Avoid heartbreak, live healthy

At risk

Avoid heartbreak, live healthy

Women hardly ever consult a doctor or an expert for their medical issues. If by chance, they do go in for a consultation, most of them are found to discontinue the treatment. So, it’s not surprising at all they also often fail to notice symptoms concerning their heart diseases. This can be attributed to changing patterns of lifestyles which is making women more prone to facing high risks of cardiovascular diseases.

A recent survey has shown that change in the lifestyle of women has exposed them to higher chances of heart diseases, thus almost blowing apart the popular belief that oestrogen hormone shields them from such diseases. The fact is say experts that the oestrogen hormone still protects women from cardiovascular diseases and it is this hormone which protects women from having high cholesterol problems. But it is equally true that changing lifestyles are forcing women to carry on unhealthy eating practices.

Metrolife caught up with Dr. JPS Sawhney, senior cardiologist at Sir Ganga Ram Hospital, who deems this neglect a matter of concern. “Be it a working women or non-working women, both categories are extremely prone to high chances of cardiovascular diseases, which come mainly in the form of heart attacks and strokes. Cardiovascular diseases can be considered as the number one disease that is killing women nowadays.”

“There are a lot of women who are not even diabetic but are being detected with heart diseases. If we consider working women, they suffer from high blood pressure, diabetes, hypertension and high cholesterol. They just don’t get enough time to look after their own health. In Indian culture, when women return from office, they have to tend to their family needs,” says Dr. Sawhney.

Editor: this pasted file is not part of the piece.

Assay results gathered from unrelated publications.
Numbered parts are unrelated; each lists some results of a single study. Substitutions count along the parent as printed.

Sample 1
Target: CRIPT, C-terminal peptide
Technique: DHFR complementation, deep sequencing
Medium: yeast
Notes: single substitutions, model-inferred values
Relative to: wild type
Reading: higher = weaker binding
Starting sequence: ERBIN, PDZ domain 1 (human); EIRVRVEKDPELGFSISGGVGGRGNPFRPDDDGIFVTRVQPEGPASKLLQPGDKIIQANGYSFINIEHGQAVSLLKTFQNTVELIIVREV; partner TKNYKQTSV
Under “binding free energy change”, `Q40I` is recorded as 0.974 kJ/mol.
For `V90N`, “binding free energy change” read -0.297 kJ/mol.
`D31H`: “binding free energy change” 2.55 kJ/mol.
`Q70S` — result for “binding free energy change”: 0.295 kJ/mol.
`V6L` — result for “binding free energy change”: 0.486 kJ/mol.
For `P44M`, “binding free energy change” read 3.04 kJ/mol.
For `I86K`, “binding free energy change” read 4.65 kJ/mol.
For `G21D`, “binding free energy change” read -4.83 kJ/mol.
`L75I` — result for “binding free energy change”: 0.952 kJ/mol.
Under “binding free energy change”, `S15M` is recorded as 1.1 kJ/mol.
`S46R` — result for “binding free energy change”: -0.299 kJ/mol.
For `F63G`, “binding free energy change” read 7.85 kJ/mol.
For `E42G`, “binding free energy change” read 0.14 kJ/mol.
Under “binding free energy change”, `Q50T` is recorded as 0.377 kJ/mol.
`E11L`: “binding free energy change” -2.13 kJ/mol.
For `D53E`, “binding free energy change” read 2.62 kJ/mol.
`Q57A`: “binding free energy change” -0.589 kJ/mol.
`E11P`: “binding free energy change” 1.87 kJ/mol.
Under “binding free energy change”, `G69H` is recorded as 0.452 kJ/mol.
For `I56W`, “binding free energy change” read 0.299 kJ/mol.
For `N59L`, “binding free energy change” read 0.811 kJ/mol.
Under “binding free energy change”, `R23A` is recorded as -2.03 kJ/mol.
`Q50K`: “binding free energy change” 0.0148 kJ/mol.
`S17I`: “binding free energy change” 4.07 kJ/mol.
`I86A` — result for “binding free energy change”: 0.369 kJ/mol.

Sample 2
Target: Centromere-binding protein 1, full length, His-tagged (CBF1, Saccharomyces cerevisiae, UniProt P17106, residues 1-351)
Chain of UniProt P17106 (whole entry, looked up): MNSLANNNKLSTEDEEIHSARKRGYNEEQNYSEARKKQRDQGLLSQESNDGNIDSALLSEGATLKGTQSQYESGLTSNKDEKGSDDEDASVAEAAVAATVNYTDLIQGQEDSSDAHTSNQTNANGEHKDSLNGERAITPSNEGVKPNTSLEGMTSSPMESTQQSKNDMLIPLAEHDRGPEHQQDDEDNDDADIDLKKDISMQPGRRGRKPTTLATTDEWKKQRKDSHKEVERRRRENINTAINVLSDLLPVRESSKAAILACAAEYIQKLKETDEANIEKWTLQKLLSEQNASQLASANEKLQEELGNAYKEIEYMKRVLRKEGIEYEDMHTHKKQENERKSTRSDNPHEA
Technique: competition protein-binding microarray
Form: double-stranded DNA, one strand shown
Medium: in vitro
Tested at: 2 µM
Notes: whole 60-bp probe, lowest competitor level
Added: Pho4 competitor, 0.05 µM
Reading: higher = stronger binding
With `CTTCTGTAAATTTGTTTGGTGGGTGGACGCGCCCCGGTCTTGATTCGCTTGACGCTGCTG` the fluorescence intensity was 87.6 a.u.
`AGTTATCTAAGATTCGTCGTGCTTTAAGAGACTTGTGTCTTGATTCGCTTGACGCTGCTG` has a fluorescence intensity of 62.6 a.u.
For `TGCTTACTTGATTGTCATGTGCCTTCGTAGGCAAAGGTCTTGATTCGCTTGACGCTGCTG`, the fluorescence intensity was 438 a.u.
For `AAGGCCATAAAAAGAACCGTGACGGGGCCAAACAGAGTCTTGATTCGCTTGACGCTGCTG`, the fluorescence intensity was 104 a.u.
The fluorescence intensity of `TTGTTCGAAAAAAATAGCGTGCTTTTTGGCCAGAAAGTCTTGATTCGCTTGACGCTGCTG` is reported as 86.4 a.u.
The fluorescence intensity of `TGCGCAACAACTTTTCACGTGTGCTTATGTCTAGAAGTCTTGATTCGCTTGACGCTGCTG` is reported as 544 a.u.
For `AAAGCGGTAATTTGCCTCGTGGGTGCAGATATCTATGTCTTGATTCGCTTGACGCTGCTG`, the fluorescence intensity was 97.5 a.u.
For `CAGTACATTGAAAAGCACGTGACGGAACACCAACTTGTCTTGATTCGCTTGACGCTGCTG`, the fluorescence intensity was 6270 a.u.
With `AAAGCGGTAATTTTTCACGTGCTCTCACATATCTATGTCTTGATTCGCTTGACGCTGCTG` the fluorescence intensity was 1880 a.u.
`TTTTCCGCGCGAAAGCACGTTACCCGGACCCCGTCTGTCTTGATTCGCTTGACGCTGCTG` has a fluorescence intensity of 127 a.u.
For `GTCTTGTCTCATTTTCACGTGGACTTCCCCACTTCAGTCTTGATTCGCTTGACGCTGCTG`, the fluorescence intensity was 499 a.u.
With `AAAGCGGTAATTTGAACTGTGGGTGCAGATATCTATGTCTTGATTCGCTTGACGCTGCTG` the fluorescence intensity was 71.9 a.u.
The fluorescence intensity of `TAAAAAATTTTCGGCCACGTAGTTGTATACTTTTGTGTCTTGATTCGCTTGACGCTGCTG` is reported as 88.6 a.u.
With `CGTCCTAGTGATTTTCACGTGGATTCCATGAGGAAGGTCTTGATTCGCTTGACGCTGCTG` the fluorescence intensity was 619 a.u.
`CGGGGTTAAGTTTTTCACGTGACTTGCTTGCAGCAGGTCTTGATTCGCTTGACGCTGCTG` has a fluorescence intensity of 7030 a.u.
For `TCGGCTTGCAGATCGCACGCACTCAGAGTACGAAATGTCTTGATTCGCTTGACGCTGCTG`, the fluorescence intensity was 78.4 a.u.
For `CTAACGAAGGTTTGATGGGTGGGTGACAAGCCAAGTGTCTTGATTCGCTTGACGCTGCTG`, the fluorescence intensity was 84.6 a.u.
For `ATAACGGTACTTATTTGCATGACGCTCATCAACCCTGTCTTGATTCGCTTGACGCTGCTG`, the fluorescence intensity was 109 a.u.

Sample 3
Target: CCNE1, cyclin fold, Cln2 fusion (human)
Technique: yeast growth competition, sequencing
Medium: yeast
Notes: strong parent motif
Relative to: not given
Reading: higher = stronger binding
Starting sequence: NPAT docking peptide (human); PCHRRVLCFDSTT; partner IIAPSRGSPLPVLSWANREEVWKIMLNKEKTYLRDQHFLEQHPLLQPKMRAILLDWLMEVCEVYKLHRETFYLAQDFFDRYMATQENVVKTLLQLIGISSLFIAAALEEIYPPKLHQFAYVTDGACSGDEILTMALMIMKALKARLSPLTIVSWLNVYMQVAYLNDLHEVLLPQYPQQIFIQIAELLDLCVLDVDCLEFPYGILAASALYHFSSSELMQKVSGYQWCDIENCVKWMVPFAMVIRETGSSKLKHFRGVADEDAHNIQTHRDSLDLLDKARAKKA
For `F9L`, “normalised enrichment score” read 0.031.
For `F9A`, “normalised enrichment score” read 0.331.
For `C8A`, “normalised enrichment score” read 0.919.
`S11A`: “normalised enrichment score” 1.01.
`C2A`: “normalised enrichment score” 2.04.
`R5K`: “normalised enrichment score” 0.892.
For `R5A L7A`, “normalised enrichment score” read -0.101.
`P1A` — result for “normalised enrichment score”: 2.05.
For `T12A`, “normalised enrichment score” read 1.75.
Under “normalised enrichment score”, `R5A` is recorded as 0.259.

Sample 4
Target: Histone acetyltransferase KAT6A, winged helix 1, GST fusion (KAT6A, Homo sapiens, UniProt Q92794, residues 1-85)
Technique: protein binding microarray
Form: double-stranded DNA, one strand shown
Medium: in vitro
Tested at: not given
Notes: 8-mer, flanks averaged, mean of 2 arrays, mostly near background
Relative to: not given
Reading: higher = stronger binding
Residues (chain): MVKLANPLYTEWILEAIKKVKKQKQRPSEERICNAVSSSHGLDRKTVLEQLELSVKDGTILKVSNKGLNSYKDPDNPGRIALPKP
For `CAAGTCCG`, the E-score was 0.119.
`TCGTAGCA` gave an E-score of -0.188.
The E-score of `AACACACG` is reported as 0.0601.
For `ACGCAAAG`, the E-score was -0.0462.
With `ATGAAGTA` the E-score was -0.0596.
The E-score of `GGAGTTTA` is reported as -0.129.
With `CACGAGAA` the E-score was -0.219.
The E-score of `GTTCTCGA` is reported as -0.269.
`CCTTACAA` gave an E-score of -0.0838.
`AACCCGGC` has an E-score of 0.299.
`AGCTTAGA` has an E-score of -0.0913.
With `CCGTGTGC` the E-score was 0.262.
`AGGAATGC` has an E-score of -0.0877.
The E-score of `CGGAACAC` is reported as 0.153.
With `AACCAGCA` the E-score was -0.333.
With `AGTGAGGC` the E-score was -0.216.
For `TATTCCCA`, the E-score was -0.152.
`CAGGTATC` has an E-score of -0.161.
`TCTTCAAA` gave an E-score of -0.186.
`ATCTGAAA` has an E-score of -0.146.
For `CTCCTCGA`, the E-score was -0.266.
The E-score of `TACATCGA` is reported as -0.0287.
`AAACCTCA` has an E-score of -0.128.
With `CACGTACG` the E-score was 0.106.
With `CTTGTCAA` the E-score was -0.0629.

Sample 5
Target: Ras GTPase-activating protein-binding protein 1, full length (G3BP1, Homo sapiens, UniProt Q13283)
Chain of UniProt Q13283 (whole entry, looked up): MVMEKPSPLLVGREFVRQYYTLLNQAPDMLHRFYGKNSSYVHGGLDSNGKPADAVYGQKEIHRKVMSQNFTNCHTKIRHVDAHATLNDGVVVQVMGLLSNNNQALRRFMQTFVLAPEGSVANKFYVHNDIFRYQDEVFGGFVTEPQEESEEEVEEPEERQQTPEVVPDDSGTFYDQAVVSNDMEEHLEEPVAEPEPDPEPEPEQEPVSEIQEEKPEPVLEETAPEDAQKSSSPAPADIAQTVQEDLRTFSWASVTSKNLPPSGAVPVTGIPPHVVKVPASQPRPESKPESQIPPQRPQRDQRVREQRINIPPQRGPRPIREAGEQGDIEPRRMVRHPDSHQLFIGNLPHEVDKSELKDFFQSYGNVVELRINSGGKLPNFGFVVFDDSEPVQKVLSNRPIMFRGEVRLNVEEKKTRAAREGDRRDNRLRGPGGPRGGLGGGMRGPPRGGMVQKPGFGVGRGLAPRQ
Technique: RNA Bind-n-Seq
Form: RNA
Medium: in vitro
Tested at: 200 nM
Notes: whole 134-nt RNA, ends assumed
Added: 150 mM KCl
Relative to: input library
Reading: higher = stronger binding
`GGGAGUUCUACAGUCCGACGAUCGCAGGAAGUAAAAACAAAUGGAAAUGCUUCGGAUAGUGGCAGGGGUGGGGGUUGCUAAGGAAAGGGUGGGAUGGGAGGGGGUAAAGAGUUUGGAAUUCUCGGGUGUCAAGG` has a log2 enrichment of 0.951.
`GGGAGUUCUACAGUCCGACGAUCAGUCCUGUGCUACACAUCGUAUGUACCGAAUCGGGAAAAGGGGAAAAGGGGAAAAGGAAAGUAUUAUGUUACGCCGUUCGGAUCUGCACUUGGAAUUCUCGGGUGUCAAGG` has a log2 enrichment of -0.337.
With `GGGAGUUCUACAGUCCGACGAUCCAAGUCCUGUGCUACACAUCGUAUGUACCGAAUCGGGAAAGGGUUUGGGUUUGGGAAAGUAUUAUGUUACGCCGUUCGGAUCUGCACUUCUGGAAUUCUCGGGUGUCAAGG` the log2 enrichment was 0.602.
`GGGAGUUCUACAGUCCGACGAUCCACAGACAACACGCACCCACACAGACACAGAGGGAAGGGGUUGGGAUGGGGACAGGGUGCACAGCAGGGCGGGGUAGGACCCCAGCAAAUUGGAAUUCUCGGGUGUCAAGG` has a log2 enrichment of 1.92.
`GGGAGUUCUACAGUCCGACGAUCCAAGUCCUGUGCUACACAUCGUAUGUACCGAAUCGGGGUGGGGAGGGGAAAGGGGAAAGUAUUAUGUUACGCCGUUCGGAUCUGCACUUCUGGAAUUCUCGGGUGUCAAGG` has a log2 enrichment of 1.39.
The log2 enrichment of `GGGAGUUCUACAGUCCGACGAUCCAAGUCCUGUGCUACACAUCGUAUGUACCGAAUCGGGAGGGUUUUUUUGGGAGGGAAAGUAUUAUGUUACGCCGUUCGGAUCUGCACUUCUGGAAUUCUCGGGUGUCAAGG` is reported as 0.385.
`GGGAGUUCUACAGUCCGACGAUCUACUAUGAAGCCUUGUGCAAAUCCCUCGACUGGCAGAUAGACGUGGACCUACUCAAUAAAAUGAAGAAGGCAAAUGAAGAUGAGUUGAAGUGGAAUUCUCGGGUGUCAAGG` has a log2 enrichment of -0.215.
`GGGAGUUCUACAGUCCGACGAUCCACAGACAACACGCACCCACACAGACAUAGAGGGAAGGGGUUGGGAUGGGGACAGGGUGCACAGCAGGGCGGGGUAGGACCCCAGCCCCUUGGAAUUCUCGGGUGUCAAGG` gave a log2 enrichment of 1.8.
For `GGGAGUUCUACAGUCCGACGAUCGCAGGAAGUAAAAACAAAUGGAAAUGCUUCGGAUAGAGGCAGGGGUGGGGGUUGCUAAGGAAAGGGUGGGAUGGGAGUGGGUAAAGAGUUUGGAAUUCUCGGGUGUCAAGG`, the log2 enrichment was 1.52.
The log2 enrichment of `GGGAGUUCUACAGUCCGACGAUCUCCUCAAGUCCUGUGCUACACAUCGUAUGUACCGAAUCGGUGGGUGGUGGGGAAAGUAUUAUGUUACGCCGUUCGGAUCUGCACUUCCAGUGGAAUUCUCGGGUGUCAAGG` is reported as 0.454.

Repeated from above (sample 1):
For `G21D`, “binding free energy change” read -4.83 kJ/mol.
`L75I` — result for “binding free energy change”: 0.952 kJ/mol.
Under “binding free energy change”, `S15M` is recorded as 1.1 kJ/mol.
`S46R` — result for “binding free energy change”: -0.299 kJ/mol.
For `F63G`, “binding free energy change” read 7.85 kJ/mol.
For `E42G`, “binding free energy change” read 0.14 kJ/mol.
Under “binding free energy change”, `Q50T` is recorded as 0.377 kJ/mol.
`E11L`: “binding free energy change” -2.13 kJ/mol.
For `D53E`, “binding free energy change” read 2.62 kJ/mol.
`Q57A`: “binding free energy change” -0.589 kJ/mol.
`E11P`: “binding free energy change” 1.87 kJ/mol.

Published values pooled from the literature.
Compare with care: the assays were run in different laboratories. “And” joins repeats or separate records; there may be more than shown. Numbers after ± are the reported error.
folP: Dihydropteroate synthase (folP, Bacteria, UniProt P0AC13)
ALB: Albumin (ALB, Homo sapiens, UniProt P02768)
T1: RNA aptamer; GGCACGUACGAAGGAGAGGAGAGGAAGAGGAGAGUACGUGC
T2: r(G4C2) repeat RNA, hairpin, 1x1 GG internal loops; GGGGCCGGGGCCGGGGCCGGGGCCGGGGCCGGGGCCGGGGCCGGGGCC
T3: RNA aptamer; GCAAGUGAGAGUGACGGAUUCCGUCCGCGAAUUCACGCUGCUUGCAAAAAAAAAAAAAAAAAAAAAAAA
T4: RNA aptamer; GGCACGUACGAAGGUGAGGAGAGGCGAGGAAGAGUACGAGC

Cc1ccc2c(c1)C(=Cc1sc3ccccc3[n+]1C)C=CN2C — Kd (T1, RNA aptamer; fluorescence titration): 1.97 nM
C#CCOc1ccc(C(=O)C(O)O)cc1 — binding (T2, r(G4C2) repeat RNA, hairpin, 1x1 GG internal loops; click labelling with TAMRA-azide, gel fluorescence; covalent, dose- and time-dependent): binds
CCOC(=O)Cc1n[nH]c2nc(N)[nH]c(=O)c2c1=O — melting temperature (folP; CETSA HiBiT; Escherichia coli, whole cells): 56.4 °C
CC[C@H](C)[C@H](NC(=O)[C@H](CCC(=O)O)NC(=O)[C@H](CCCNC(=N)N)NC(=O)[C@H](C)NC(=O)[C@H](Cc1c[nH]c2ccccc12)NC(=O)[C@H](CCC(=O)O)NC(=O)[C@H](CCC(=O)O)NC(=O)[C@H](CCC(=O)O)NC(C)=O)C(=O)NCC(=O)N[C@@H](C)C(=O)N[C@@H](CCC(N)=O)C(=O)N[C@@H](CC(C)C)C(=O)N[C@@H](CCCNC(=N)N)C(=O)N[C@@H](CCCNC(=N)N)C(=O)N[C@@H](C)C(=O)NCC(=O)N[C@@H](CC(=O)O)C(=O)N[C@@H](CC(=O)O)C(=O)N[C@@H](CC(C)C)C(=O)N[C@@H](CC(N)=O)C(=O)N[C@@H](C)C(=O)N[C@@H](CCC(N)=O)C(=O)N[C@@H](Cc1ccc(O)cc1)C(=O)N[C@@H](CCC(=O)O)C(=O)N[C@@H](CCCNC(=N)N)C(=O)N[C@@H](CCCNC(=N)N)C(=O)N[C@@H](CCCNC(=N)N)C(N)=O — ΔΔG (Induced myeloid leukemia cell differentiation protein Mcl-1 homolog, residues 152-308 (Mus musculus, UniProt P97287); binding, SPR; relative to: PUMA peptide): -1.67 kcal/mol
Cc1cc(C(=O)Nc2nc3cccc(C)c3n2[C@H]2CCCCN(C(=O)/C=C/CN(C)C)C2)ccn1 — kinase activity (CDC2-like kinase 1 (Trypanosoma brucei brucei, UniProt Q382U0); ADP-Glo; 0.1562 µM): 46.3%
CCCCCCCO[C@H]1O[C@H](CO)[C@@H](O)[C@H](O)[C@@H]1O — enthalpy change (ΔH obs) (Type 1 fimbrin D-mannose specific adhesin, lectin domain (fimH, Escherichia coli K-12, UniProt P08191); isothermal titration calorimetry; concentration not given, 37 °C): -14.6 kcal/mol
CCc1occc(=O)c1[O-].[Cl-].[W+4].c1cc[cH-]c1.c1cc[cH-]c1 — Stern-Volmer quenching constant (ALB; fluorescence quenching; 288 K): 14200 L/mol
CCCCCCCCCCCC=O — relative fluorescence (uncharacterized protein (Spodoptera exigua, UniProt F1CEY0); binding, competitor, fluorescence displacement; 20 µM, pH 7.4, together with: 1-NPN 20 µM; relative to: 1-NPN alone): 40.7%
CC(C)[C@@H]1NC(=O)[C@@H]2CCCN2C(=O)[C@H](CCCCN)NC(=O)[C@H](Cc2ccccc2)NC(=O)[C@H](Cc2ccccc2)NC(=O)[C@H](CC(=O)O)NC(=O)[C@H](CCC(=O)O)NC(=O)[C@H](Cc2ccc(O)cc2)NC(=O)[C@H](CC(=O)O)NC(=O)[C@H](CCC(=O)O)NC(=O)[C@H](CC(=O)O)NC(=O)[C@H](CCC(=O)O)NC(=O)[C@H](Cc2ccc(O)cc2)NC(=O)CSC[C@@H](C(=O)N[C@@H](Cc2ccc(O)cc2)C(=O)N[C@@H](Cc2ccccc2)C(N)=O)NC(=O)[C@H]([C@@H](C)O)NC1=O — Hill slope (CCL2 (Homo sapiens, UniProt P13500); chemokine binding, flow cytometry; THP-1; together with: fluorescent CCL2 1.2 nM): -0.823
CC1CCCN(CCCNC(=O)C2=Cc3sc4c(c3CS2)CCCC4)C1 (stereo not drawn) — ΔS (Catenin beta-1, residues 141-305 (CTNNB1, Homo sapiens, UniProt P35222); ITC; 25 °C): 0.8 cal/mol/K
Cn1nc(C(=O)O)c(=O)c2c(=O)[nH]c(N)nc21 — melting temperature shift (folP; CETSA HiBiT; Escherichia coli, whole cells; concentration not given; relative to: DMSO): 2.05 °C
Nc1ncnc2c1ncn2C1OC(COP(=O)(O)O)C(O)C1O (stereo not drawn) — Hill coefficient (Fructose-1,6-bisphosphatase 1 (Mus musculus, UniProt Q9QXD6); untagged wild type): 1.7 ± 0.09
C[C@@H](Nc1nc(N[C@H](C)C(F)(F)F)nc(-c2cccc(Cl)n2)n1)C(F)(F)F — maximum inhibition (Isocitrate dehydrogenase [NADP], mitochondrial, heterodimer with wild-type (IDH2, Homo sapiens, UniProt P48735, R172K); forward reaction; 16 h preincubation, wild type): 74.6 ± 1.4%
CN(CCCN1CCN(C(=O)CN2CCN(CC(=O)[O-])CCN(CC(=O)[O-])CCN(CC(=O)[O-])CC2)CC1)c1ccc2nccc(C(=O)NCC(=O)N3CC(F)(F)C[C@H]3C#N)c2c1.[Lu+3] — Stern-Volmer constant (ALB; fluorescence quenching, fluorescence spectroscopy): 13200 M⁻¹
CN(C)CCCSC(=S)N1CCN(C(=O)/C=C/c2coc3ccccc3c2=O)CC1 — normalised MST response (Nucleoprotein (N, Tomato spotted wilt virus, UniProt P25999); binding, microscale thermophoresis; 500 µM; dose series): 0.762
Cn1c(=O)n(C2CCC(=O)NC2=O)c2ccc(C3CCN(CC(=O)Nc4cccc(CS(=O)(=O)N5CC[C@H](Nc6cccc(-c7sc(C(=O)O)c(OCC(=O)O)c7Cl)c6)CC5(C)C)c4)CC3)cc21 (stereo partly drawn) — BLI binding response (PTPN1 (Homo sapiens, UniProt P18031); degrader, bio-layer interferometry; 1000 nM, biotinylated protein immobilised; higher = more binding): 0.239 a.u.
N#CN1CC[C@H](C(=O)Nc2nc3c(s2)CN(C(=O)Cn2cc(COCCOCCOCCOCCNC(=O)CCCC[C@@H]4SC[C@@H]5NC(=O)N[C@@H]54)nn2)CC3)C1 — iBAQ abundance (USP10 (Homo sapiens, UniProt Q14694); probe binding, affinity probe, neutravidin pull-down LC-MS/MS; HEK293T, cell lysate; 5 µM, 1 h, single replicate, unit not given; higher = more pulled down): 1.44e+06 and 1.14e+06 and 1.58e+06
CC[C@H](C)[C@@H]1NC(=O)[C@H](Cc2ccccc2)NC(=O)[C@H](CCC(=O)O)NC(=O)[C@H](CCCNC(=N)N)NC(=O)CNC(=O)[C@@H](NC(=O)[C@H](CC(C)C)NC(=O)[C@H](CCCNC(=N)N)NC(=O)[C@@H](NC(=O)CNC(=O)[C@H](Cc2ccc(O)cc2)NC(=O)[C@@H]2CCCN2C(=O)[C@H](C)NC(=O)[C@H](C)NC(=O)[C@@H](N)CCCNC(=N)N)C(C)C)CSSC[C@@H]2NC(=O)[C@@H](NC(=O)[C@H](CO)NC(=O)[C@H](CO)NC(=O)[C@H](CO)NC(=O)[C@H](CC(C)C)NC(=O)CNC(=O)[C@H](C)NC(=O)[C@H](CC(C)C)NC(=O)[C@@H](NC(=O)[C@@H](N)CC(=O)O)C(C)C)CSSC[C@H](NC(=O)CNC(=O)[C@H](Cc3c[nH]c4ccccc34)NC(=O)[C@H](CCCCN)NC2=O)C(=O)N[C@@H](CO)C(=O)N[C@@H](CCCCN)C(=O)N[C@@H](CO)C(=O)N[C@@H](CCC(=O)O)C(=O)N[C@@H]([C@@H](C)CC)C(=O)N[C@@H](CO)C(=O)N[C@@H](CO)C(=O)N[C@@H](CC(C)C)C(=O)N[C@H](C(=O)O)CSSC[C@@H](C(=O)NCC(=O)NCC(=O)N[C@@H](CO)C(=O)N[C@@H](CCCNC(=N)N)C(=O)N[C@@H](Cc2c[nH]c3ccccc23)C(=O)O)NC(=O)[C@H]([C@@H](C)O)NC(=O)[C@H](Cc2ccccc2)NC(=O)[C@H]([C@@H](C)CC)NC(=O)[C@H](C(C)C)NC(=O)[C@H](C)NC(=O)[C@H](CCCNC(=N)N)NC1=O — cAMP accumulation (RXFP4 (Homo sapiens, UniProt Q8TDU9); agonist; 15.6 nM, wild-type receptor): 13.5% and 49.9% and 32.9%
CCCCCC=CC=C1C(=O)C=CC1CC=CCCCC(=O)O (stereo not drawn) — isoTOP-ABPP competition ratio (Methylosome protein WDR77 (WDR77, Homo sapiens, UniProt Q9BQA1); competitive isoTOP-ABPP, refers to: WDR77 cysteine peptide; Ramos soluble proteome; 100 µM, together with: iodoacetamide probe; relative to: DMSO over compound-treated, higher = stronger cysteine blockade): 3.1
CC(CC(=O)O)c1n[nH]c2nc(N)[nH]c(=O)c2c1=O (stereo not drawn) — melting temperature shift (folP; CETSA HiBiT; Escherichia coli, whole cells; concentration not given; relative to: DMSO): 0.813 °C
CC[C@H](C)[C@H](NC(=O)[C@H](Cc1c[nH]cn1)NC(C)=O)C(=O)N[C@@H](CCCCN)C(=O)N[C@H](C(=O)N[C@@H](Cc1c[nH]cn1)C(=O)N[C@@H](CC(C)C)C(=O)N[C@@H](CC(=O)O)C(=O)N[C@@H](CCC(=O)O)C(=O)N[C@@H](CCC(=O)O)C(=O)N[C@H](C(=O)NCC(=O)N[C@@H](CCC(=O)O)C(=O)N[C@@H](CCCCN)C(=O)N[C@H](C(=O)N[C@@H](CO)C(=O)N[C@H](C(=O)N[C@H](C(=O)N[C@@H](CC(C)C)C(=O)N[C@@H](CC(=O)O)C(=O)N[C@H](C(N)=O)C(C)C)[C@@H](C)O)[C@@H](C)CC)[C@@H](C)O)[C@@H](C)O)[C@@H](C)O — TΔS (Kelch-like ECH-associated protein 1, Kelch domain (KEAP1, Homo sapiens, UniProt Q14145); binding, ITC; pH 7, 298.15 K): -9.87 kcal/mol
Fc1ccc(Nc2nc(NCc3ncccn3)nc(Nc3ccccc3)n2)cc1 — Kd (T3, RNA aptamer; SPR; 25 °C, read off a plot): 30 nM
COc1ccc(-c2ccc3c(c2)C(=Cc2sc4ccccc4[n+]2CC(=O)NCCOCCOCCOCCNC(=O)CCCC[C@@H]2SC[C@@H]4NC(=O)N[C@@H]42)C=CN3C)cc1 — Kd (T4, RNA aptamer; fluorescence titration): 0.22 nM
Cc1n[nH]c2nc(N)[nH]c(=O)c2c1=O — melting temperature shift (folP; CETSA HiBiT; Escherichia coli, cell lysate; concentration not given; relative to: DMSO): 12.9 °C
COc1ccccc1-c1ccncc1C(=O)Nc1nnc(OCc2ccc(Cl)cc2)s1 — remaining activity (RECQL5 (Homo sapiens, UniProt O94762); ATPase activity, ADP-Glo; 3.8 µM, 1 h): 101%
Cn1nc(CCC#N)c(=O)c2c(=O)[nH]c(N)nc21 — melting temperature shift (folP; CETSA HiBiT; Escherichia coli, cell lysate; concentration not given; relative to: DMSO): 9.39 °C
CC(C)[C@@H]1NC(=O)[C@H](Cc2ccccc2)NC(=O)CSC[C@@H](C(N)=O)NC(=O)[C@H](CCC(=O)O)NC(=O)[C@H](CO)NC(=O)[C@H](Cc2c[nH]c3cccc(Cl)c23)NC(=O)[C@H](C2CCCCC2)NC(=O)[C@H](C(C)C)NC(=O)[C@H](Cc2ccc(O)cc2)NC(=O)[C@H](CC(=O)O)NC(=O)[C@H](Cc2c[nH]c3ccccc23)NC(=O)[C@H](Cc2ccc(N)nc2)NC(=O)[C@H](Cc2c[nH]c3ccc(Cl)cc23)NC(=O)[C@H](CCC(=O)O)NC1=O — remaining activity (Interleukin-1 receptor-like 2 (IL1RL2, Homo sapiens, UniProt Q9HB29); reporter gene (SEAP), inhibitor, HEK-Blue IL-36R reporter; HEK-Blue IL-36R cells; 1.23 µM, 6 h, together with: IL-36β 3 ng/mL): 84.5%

Taking into account that working women have to deal with both personal and professional responsibilities, they are more exposed to lifestyle changes like, “eating out, indulging in junk food, high intake of salt and consuming a lot of saturated fats. When it comes to exercise, women take memberships of gyms but simply do not utilise the facility. There is simply no time for exercise.”

“Call it high levels of stress, but more women have taken to smoking. Alcohol intake has also gone up. So, what these women were to face 10-15 years later, they are facing it now. These changes are leading to the premature deaths of so many women,” he laments.

As far as the non-working women are concerned, they are ignorant about heart diseases, as their education level is poor. Adding to the woes are hormonal imbalances which occur post-menopause, says Dr Rajat Mohan, also a senior cardiologist at Ganga Ram.

“Cardiovascular diseases are indeed one of the major reasons leading to the cause of early deaths in women. They eat food labelled with oil and salt which leads to obesity and later these diseases,” he says.

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